8 comments:

Wendy said...

I think it was because I knew that the possibility of me regaining my belief is zero. But that doesn't mean that I can't be social with people who still do believe.

My visiting teacher came tonight. She gave me a couple handouts and instead of church, we talked about how our city is dying on the vine (we no longer have a toy store or book store. Both went out of business after the holidays--woe!).

She knows I'm most likely not going back to church, yet we're friends. Probably the best friend I have, other than family.

Wendy said...

Speaking of nice people and Mormonism...I got in a fight with my very nice Mormon mother over the phone tonight. We were arguing over the Marriage Amendment and my mom mentioned that Mormons are the nicest people around and they aren't discriminating against gay people--it's all done with love in their hearts. At that point my head exploded. :)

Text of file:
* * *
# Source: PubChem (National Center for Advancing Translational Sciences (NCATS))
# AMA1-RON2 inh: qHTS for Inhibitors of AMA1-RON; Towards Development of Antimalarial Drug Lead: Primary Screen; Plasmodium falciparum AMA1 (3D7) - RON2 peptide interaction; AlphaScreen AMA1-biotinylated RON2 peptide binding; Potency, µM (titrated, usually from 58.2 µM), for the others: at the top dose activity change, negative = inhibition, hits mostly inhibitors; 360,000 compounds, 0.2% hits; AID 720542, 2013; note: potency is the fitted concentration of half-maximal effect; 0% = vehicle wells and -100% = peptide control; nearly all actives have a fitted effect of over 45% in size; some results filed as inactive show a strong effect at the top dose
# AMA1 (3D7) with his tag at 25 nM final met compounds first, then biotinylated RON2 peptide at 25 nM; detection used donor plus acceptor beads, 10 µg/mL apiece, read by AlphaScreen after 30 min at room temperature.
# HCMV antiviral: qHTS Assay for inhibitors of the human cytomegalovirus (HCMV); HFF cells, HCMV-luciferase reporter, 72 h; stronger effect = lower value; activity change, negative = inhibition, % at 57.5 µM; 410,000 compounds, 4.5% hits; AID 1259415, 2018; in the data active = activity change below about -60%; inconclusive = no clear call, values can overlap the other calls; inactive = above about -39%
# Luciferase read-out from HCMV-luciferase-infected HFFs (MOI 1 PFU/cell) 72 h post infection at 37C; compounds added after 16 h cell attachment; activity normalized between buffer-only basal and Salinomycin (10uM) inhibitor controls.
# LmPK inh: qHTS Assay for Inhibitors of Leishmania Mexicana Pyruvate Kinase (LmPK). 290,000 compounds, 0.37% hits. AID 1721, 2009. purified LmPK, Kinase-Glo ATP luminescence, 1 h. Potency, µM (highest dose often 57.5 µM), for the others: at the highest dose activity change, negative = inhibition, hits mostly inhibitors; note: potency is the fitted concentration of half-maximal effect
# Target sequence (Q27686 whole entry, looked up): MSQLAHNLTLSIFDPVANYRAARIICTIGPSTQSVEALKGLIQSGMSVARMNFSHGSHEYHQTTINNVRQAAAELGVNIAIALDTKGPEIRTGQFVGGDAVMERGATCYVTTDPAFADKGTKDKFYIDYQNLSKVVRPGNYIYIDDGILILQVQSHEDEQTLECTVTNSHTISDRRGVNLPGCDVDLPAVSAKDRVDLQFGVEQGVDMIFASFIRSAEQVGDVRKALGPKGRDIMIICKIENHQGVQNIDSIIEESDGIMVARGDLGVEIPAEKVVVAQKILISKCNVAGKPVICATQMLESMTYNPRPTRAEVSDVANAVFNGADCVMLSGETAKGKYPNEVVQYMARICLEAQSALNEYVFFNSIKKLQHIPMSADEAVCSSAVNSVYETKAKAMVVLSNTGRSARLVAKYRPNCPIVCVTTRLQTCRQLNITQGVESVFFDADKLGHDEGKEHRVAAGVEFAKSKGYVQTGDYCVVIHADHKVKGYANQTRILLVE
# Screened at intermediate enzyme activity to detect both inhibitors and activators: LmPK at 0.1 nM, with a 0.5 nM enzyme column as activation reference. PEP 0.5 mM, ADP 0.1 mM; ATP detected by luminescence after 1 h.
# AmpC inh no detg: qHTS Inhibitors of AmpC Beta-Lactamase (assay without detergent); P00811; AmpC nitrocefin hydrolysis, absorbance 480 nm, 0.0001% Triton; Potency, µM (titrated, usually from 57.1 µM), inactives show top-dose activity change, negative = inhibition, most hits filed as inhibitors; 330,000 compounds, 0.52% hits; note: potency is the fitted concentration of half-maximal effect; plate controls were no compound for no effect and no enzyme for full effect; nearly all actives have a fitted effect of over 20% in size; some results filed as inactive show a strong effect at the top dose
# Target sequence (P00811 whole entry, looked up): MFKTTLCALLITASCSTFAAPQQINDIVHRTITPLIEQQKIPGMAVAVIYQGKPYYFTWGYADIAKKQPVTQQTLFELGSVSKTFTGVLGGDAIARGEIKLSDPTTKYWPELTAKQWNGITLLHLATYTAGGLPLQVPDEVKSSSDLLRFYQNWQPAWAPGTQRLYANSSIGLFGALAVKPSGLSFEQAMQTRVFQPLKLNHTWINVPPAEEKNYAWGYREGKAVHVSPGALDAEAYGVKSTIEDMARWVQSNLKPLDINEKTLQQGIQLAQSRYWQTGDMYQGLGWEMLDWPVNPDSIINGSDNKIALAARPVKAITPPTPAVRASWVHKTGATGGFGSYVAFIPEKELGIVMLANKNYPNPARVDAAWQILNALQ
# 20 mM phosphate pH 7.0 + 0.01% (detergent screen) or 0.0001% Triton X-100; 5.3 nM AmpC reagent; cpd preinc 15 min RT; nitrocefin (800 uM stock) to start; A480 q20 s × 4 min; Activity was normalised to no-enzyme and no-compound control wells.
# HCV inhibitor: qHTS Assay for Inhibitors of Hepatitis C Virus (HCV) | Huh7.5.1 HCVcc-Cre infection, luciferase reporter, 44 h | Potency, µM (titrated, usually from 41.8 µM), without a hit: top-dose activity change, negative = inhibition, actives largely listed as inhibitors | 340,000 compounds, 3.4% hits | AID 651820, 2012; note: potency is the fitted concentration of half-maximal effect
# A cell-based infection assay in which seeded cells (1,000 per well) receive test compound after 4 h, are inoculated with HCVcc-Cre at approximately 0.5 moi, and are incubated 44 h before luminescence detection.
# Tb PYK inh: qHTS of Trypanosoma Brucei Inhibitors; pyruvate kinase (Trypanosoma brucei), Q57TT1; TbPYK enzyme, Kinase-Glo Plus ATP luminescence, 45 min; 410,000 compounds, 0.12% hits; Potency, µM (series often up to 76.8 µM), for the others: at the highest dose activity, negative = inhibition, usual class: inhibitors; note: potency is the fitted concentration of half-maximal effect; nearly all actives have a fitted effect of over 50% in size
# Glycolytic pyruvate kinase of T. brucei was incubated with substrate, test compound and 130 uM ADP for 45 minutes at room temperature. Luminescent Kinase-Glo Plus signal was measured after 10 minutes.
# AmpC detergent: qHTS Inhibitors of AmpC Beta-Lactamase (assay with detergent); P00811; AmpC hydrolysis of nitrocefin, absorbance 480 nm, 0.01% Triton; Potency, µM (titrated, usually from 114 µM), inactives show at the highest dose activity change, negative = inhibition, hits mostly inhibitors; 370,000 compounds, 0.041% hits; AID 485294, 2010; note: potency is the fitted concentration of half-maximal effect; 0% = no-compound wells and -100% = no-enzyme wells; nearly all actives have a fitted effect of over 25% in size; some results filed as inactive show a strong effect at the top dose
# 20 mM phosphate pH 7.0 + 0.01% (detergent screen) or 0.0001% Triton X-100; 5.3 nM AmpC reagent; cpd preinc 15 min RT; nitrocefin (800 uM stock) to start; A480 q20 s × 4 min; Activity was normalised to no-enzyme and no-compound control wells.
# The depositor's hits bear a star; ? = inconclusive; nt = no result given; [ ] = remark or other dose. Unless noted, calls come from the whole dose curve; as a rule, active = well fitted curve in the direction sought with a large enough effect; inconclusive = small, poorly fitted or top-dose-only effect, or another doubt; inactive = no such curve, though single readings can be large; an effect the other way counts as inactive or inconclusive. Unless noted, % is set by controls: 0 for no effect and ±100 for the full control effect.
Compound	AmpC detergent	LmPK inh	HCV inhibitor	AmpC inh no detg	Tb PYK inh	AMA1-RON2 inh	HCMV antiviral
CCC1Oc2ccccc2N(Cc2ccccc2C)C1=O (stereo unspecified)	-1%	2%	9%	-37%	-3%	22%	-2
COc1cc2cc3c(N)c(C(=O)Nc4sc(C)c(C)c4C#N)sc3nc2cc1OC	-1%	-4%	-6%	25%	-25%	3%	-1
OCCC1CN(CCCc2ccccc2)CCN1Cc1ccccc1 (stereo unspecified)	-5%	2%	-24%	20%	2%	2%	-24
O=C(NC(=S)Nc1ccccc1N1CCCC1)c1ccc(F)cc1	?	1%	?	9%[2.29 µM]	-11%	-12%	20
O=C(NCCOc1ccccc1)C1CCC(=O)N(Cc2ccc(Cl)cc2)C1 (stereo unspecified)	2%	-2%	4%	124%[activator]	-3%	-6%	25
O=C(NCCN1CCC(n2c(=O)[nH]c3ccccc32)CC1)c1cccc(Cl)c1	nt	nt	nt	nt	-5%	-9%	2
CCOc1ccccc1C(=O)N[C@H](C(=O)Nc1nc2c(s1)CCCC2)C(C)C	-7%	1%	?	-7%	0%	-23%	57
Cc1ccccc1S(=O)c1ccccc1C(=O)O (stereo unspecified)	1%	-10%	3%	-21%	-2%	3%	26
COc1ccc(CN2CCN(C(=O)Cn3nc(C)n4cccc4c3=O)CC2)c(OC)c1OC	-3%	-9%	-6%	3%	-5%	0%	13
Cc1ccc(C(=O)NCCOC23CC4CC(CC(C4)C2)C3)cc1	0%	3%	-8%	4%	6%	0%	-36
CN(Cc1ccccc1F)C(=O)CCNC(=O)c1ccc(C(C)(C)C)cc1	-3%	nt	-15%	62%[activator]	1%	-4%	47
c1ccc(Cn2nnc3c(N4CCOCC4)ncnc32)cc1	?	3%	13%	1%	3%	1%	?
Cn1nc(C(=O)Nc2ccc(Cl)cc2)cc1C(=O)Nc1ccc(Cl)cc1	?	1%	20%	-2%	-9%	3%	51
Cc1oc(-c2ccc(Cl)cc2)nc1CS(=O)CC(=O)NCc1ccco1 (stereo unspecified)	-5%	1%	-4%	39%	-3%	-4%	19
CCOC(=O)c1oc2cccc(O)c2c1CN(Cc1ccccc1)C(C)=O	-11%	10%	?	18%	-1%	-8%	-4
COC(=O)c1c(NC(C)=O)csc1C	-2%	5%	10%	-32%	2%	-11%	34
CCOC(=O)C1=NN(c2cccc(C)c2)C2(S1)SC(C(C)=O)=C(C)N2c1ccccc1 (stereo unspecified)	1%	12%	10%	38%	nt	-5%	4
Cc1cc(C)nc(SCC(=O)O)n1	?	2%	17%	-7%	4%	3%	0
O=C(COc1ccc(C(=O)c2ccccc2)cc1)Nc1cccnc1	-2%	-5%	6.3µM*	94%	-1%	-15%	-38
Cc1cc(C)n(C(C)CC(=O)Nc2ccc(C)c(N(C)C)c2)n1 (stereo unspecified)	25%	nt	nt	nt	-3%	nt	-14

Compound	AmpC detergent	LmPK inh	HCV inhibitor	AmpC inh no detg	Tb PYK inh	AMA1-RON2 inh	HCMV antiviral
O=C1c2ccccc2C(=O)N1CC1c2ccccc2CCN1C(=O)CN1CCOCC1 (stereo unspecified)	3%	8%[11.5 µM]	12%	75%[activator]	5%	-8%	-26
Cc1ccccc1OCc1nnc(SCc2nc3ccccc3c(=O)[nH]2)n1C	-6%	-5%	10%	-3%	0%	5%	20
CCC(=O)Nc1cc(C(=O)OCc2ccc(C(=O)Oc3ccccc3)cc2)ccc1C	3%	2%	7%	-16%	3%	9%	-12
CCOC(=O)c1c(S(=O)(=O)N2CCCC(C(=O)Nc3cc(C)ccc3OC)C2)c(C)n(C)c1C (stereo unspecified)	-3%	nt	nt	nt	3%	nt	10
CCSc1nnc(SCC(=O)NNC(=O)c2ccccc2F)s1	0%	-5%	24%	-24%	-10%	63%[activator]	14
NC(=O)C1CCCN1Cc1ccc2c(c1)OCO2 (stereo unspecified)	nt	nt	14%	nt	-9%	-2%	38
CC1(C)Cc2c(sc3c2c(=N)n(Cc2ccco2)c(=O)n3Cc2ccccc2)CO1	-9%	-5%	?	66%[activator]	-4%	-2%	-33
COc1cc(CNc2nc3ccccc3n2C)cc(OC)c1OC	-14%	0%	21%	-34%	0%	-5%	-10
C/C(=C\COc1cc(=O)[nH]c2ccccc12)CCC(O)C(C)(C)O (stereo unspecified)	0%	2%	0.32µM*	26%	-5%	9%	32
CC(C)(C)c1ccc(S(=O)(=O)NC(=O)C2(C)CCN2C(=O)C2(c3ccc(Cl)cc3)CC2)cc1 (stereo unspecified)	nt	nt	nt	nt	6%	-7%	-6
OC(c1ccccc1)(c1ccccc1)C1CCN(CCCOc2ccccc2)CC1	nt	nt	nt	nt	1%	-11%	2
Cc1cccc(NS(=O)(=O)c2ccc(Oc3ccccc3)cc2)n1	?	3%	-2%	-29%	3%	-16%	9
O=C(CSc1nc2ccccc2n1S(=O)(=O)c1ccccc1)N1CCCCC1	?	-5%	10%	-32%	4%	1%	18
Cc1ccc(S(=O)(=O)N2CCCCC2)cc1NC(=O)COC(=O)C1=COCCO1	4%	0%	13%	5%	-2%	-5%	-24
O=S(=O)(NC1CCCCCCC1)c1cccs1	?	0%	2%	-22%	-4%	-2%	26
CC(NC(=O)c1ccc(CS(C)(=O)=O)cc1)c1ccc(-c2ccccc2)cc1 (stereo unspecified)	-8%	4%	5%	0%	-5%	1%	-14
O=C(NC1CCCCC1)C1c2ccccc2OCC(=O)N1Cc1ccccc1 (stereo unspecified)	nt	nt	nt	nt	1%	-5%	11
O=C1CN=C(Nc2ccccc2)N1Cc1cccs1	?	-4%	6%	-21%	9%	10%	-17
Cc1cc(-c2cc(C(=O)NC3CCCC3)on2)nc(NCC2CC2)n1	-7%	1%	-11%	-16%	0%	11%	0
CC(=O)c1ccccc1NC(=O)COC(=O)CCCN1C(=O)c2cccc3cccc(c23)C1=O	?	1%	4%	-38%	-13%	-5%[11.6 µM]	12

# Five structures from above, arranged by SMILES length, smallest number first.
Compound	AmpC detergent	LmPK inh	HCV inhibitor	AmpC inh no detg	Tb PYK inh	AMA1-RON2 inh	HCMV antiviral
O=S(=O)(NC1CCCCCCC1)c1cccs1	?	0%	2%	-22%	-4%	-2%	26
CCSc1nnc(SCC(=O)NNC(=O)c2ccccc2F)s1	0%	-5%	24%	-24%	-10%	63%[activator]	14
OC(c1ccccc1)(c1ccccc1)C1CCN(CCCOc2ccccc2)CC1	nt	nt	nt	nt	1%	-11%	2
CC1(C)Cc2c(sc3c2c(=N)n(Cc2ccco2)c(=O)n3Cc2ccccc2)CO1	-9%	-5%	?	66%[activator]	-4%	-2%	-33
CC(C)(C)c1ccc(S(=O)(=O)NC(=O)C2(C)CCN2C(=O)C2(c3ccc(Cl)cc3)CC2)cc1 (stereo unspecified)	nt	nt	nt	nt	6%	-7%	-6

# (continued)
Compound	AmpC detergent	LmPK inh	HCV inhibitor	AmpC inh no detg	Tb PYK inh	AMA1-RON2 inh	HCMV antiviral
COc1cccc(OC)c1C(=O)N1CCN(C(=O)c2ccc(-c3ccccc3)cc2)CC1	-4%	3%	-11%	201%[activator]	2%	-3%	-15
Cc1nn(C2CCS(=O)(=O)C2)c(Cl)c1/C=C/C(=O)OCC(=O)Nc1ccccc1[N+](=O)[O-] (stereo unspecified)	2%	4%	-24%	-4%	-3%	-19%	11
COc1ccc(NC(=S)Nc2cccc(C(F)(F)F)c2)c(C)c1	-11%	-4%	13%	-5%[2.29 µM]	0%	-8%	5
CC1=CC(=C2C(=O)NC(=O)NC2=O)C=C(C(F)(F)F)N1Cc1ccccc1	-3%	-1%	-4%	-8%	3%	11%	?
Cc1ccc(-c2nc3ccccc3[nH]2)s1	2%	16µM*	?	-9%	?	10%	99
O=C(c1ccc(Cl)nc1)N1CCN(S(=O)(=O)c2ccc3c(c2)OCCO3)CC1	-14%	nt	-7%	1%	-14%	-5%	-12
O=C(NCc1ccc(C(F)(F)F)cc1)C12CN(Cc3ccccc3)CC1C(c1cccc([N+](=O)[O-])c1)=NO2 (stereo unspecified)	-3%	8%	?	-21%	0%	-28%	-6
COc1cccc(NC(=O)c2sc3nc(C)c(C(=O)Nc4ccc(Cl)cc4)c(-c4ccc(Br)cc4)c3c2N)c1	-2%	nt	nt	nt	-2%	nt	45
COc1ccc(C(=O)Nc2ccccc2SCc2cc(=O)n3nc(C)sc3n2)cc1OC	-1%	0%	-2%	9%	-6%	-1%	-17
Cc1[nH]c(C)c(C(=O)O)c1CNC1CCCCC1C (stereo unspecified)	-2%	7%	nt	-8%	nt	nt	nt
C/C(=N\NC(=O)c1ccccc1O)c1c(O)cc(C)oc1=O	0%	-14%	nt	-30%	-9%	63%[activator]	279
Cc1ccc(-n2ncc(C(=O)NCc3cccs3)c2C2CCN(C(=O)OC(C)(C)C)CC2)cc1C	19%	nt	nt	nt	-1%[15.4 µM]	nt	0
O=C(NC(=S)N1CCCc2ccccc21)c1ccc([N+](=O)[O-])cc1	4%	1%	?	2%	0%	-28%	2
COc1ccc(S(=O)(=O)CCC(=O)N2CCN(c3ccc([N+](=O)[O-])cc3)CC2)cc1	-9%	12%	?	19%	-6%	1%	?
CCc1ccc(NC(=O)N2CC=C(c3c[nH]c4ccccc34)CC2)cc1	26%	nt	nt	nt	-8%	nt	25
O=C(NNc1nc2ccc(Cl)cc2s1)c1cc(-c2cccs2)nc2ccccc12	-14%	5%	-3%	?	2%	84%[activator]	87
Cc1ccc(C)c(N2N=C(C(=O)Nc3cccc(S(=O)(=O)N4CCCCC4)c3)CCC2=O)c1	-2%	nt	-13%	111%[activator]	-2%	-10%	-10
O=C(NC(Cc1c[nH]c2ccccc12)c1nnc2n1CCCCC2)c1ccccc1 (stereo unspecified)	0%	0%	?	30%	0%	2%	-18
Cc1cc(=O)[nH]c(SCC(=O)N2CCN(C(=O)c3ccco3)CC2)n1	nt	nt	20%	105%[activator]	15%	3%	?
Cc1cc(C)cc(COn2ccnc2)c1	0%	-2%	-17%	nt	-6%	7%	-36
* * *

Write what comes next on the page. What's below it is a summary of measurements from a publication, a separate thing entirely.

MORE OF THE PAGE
Matt Elggren said...

Wendy, you just nailed it. Nice does not make true, and it may not hurt either...but it sure can make for confusion over what is good and/or right.

Ned, I really enjoyed your post...as usual. If the "activators" go away "knowing" that they did their best and you clearly are not interested anyway, as they seem to have done in this case, then there's much less pain all around.

Sounds like a kind of heaven to me. Good work. And don't forget that you have a significant social life out here on the internets. :)

m said...

i haven't been to church regularly for about two years now, but my hometeacher has been coming around pretty much every month, and i enjoy his visits. lately he's been coming by weekly to watch big love since he doesn't have hbo. not sure if that's what the EQP would want him to do, but i think it's kind of funny.

Serenity Valley said...

Ned,

Years ago, when I was an Episcopalian, RT and I went to South America for six months. We had our mail forwarded to a friend in San Francisco, and RT explained to his ward in Berkeley that he needed them to keep his records there. We weren't moving, we were just traveling, and if they sent his records to his South American ward, the information would have been lost forever in the abyss.